Eric: You know Ted, I have always thought of you as the grizzled Simpsonsesque Sea Captain of the blogosphere. I like that metaphor. But the Al Gore/Sarah Palin thing is lost on me. If anything, we’re both Al Gore. I’m strung out post-2000 Al Gore with a beard and an identity crisis. You are the settled-in, wise Al Gore with a Nobel Peace Prize and a sense of greater purpose.
I’m going to skip most of the Yankes/Phils stuff because I have a post on that coming soon. But the Lidge rejuvenation is a story I’ve been kind of blind to. I suppose if I was to really pull emotions out of it, I’d be happy for the guy. Hell, I am happy for the guy. He’s not a head case necessarily, but he’s the perfect example of how baseball is 90% mental and half physical. He’s at once dominant and vulnerable. There’s a lot wrapped up in Lidge.
As far as the umpires, it hasn’t really pissed me off. I generally think the stakes are never too high for mistakes — after all, it’s merely a baseball game. The range of emotions an umpire can elicit amazes me. After all, we’re talking not about shit going down in hospital rooms or the annals of the New York Stock Exchange or the halls of the US Capitol. We’re talking about a few mistakes that may or may not determine the outcome of a baseball game. The holier than thou cries for robotic intervention amuse me more than anything. Perfection is something to strive for, but it’s not attainable. Ever. Not by man or robot. (I never thought I would find myself writing a sentence like that on this blog. We’ve really turned into an Isaac Asimov society this postseason). So my opinion on the umpires is this: it sucks when they make mistakes, but it’s going to happen, it’s going to give us something to talk about, and it’s really not that big of a deal.
I read somewhere, I can’t remember where, an article about West Coast teams losing in postseason games played in East Coast ballparks; something about the warm weather/cold weather factor. This is something we talk about a lot in football. And we just saw it with the Dodgers and Angels. Do you think it’s temperature that causes those teams to lose in the big bad Northeast? Or is it something else? I don’t really buy any arguments about “intensity” and “pressure” and “playoff atmospheres.” Baseball is baseball. Or maybe it isn’t?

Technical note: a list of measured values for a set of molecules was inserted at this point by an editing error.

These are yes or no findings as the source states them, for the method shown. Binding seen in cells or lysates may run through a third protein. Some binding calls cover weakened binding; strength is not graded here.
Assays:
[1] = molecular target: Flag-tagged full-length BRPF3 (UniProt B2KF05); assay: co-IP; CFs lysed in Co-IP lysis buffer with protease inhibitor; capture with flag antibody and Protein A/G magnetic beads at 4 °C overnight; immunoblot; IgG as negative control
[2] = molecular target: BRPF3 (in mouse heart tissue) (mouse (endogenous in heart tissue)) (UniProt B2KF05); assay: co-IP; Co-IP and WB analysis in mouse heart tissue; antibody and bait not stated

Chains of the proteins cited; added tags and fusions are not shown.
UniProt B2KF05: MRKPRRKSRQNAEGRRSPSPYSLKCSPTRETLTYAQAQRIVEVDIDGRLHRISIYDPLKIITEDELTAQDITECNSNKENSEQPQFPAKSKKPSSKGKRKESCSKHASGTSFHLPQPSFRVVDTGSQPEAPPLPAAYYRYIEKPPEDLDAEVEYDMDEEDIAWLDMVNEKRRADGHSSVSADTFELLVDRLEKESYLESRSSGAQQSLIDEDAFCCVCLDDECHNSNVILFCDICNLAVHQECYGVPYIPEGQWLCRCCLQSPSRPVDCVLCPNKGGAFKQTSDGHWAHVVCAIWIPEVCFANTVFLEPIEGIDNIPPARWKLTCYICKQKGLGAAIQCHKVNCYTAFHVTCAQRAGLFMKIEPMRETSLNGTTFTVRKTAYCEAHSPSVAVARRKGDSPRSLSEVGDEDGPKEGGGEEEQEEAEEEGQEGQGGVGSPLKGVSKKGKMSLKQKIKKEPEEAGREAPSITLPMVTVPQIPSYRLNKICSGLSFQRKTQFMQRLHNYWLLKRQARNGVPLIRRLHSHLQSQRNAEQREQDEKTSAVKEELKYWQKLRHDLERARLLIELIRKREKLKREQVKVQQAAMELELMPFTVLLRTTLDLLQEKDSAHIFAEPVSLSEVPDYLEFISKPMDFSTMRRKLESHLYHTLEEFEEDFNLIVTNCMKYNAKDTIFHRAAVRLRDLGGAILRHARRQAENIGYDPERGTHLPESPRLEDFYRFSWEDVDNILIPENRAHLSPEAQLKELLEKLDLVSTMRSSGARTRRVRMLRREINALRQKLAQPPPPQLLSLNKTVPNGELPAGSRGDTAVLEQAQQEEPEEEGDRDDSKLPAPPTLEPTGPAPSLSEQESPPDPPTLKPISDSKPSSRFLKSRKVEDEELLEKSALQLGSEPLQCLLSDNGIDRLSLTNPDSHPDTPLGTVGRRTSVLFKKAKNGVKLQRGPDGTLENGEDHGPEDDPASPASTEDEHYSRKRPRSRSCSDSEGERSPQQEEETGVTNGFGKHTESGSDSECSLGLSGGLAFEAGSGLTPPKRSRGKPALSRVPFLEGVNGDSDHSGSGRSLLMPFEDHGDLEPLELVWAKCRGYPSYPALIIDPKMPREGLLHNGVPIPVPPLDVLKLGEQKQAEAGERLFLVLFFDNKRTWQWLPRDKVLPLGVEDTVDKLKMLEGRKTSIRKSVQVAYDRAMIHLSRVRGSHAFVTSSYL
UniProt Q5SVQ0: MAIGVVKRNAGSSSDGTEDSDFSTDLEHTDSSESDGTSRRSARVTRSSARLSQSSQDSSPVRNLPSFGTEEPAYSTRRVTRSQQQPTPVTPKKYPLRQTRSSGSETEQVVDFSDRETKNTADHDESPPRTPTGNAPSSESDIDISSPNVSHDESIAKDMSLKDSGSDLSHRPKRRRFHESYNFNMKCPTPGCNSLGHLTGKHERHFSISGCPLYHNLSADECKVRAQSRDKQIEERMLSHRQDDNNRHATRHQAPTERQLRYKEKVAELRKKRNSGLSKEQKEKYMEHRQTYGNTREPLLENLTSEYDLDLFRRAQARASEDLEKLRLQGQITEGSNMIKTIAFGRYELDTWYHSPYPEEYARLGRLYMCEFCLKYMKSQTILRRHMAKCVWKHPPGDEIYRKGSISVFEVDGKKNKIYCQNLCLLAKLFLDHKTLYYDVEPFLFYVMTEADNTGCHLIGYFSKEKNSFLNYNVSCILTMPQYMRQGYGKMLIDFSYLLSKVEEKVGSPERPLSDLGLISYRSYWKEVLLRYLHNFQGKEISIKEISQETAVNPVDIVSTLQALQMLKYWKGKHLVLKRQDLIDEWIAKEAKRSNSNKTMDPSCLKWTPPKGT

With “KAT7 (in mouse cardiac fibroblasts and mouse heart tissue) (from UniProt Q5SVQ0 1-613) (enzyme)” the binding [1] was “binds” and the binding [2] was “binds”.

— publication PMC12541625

Ted: I’m with you all the way on umpires, I have nothing to add but my support. And By Man or Robot should be a Will Smith movie.
Cold weather baseball blows. It hurts. It’s annoying as hell. I can’t even imagine mis-hitting a baseball with a wooden bat. Well, I can imagine it, and it’s something like grabbing an electric fence with both hands. I think there are players who are better at blocking out the sheer aggravation that comes from playing a summer sport in chilly weather. Some can’t block out the potential hand-numbing stinger that lurks around every corner. It’s got to have an impact, but no one in their right mind would admit to it. Hints might come from which players is wearing the more ridiculous facemask on the field. Clearly, for those players, warming up their ears is worth wearing the most ridiculous of field costumery. I’d like to see a study of statistics as they correlate to the temperature-to-headwear-to-performance ratio. You show me a middle infielder with a full ninja mask in 45 degrees, and I’ll show you the Mendoza Line.
Eric: I agree. It hurts to play baseball in the cold. I’ve done it too, and it’s not fun. Then again you are from Houston and I am from Los Angeles. We are, for all of our lives’ journeys, sunshine boys. I remember a David Justice card from my youth in which he is wearing the Ninja Mask. It always made me laugh. Why would anybody wear something so silly, I thought to myself, staring out the window at another 78 degree November afternoon.